My Rating: 5/5 stars
This was one of the Man Booker International nominated books of 2017.
About this book: (Should probably skip this and delve right into the book)
A young woman named Amanda lies dying in a rural hospital clinic. A boy named David sits beside her. She’s not his mother. He’s not her child. Together, they tell a haunting story of broken souls, toxins, and the power and desperation of family.
Fever Dream is a nightmare come to life, a ghost story for the real world, a love story and a cautionary tale. One of the freshest new voices to come out of the Spanish language and translated into English for the first time, Samanta Schweblin creates an aura of strange psychological menace and otherworldly reality in this absorbing, unsettling, taut novel.
As I read this book, I was hooked in by the narrative from the first page. There is something quite interesting about seeing things from a person’s point of view but not by the stuff they think but by the stuff they say. Throughout the novel, it is hard to place one theme in it. It started as a mystery thriller and gave me a horror-ish feeling at times, but as I got lost in the characters and when the story started unfolding and finally making sense, I understood what it was all about. With pesticides as a theme, it showed two major things- the paranoia of a mother and the chilling unsafe atmosphere.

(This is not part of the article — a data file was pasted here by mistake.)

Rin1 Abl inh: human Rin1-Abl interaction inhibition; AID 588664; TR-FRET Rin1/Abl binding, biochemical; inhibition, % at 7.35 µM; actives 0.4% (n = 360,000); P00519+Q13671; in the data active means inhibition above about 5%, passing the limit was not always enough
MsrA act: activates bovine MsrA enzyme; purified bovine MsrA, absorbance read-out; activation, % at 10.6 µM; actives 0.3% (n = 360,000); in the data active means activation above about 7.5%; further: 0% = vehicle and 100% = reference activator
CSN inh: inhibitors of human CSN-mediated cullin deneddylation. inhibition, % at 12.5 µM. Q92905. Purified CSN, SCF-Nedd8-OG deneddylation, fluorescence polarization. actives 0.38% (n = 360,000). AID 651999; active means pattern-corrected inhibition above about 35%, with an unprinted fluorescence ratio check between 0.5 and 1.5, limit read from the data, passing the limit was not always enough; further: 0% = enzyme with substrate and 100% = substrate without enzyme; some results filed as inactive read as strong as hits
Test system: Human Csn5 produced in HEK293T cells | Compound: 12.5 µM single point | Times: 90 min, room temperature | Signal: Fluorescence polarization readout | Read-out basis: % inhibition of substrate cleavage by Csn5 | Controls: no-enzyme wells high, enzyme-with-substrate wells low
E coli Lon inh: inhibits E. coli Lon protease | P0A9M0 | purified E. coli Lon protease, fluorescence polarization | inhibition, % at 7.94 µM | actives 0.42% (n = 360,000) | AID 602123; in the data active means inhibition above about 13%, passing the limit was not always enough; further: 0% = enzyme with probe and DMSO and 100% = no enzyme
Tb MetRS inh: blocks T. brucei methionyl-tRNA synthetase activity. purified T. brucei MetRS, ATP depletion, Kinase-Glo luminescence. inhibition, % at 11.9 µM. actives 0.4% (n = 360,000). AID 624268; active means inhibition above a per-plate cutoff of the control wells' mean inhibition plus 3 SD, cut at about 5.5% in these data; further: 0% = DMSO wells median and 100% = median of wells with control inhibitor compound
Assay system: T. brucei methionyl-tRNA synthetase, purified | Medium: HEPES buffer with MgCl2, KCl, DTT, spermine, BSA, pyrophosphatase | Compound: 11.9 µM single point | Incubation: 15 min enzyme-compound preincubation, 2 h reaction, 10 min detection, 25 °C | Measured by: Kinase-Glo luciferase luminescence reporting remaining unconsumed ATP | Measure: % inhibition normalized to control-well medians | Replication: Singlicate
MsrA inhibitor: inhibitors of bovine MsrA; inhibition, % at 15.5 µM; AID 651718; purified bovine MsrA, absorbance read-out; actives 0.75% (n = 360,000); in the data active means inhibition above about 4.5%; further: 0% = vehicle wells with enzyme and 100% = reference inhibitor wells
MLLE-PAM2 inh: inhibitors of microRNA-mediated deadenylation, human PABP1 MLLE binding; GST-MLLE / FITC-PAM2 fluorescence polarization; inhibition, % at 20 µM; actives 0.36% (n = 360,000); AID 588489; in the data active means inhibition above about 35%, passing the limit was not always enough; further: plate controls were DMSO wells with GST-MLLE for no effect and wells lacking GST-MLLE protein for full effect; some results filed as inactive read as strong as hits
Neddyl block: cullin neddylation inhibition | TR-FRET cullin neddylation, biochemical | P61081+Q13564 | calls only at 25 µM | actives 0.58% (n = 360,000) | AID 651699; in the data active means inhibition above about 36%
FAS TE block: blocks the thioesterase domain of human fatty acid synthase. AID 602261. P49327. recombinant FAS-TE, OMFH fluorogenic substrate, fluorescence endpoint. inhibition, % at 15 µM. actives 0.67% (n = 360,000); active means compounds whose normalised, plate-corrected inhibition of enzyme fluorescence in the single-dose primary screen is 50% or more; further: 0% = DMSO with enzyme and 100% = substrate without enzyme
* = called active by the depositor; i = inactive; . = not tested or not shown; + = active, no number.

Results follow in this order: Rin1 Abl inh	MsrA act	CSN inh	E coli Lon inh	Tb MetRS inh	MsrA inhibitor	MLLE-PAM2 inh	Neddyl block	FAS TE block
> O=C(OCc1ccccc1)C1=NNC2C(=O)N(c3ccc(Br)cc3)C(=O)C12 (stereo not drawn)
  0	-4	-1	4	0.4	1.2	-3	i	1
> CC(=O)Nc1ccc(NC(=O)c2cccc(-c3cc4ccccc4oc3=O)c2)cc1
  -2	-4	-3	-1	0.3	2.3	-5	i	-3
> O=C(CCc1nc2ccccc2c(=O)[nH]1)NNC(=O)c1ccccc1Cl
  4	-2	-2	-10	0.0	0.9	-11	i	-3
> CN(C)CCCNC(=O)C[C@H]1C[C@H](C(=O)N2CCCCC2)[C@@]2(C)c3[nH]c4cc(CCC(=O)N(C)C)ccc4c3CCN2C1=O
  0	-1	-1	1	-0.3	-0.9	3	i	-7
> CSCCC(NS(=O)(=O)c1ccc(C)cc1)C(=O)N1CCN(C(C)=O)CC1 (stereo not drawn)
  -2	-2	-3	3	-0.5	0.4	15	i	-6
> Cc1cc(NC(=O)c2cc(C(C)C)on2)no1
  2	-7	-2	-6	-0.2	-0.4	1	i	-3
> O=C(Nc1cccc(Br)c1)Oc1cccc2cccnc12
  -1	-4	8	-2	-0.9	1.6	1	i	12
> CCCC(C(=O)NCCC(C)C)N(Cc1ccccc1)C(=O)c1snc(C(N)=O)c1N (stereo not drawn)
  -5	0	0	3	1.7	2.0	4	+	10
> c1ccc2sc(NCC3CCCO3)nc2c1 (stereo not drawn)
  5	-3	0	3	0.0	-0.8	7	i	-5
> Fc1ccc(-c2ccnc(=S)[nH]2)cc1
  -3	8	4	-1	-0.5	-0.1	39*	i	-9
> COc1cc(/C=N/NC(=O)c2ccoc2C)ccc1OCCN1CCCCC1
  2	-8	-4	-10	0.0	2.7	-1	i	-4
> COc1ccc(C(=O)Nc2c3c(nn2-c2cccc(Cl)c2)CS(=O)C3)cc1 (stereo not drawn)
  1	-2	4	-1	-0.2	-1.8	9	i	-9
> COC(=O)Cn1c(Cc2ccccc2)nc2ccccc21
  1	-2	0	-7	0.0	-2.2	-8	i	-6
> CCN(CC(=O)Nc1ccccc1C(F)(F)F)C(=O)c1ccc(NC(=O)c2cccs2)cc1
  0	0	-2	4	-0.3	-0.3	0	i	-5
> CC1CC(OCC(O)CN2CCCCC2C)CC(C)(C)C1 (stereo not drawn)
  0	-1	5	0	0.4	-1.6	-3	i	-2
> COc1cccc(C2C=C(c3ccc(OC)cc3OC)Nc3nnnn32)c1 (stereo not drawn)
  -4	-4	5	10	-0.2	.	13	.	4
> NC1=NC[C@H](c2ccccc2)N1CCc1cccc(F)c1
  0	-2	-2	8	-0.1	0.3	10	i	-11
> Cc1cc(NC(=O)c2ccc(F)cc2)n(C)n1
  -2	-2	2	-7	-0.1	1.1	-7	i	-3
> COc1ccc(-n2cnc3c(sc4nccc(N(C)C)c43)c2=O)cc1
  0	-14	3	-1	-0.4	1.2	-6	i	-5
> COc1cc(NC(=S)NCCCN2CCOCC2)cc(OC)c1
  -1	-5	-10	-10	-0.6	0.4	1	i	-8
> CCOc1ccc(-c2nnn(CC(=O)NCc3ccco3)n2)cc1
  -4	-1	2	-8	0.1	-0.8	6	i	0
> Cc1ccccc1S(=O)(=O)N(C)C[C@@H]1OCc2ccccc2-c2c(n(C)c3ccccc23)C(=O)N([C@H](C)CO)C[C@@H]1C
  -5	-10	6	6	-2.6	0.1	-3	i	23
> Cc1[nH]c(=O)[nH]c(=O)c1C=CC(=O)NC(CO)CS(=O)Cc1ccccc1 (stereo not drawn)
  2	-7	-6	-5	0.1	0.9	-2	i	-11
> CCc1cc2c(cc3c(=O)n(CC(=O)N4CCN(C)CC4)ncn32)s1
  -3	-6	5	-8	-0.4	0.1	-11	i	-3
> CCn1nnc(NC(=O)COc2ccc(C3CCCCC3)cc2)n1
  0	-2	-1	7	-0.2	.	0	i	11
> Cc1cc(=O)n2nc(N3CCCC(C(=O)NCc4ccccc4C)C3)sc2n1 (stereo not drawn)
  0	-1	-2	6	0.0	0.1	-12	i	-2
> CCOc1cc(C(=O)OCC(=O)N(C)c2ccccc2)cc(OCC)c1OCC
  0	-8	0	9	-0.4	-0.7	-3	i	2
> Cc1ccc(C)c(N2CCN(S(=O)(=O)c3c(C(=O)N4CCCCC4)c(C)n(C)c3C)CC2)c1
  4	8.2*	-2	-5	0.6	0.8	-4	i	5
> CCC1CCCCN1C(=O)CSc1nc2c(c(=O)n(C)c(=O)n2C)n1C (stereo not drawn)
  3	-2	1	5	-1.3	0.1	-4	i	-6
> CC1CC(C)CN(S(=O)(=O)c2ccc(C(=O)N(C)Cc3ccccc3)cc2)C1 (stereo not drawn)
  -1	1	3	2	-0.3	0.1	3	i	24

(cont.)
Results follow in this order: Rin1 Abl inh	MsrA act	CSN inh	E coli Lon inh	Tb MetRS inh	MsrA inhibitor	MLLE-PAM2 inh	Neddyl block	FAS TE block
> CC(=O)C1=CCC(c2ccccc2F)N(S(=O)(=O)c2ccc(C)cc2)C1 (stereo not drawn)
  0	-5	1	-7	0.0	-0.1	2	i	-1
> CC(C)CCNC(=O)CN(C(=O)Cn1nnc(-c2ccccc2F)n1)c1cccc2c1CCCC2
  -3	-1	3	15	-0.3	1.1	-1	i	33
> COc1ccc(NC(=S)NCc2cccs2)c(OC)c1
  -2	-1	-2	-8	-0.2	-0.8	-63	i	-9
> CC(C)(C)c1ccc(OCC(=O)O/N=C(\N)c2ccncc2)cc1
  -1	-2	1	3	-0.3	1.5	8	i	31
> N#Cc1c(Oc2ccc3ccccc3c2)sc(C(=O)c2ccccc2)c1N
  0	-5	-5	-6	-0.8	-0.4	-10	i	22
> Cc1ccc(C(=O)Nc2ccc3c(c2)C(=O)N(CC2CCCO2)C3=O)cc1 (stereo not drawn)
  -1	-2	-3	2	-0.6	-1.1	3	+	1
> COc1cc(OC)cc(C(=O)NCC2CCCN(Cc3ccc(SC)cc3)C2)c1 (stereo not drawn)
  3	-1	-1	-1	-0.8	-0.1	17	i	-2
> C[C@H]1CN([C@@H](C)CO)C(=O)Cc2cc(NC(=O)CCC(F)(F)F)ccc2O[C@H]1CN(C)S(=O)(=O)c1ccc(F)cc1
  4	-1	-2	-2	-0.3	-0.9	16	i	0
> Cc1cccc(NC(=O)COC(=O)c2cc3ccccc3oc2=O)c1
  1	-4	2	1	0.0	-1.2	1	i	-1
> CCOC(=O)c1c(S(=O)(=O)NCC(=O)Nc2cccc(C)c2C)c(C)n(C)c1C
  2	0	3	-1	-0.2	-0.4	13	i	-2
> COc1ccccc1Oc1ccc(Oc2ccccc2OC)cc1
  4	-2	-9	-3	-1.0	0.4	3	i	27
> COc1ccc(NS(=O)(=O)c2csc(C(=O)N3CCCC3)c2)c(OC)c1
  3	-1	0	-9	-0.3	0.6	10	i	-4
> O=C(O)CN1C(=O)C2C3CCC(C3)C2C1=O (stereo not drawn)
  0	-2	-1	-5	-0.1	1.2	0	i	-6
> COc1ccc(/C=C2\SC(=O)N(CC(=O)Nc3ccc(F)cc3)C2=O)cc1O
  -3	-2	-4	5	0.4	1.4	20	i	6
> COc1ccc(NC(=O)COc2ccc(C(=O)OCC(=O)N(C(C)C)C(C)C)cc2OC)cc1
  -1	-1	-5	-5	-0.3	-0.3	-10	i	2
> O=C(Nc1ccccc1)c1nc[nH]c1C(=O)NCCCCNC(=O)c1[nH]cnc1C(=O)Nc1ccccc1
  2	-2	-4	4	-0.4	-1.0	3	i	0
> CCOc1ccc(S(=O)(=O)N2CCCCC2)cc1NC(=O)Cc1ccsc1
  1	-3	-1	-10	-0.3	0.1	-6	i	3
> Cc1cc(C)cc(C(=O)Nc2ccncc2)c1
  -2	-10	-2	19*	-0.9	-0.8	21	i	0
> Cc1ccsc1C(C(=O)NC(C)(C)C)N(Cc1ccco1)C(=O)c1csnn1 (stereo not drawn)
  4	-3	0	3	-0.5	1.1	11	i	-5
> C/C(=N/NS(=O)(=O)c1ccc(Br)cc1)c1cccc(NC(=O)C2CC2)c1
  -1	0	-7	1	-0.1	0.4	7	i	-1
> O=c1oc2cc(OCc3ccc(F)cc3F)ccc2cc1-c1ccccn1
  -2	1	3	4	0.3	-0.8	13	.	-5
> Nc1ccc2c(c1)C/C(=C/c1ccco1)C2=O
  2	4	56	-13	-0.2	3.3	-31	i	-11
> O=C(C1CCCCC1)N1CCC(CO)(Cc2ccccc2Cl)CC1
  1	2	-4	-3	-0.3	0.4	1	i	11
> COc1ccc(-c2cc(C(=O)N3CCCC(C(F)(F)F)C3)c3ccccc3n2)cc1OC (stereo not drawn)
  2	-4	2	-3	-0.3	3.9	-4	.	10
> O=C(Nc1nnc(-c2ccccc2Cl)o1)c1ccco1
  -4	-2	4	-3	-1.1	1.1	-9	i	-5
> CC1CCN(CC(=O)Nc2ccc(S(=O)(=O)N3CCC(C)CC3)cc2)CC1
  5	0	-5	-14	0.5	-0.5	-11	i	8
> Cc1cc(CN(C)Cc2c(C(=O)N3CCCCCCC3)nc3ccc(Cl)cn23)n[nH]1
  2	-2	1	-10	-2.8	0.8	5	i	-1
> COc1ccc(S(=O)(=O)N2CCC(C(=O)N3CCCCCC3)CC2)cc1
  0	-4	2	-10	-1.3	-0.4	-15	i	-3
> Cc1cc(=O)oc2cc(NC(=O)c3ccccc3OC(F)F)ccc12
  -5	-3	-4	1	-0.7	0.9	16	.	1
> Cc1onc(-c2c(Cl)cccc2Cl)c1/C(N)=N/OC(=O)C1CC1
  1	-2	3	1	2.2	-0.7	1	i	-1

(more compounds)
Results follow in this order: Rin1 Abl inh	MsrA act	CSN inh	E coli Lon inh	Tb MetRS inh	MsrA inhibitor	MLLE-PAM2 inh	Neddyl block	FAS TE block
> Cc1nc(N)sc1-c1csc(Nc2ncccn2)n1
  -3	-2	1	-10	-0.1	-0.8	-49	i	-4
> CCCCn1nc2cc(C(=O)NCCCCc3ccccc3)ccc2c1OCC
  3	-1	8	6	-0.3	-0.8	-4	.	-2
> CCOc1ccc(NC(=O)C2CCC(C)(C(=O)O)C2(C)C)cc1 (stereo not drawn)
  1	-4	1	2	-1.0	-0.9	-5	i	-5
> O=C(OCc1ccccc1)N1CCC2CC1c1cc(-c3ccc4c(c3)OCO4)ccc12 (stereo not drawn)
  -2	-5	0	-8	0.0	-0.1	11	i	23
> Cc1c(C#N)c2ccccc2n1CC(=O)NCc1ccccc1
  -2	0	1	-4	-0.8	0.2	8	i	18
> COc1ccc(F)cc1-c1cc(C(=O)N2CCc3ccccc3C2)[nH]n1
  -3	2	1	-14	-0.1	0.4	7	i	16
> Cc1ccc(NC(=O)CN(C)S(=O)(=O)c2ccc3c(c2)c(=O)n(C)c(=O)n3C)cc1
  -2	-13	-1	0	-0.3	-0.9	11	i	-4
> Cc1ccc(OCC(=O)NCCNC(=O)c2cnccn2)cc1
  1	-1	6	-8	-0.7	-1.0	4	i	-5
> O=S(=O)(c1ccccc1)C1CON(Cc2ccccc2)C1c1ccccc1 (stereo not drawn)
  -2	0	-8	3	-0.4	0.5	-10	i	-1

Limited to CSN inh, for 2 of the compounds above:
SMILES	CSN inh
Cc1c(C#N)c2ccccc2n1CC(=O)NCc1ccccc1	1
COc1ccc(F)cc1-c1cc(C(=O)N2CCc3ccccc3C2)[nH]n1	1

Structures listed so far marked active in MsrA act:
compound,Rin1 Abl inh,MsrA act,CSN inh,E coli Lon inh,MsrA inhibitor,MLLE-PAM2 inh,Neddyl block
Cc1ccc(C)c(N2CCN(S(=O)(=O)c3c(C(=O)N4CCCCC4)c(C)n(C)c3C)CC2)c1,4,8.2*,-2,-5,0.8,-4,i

When the book ended, I had so many thoughts running around in my head which I have lost in the way of writing this review. but if I am to add my point of view to it, I wonder if the whole novel is the seven-second flashback of the protagonist’s life (mainly the important events) as she battles death. We hear an inside voice of her head, telling her which details are important and which are not, and those focus mainly on unimportant flashes or images which makes me believe in my theory a little more. There are very little actual spoken aloud conversations in the book and mainly just thoughts and details about images that one sees in flashes and feverish delirium. This is her, retracing her steps back to all the things that led to the event of her death (this also explains the rescue distance thing, keeping a track and measure about everything), and as such, this was the most interesting narrative I have read.
Even the quote “If you focus, things happen faster. Then they’ll also end faster.”
kind of supports the argument because if she focuses, she’ll realise that she isn’t alive anymore and that would be the end.
Now, most people wouldn’t agree with this theory because it is a far stretch, but a book is how it is interpreted and my way of interpretation makes it interesting to me.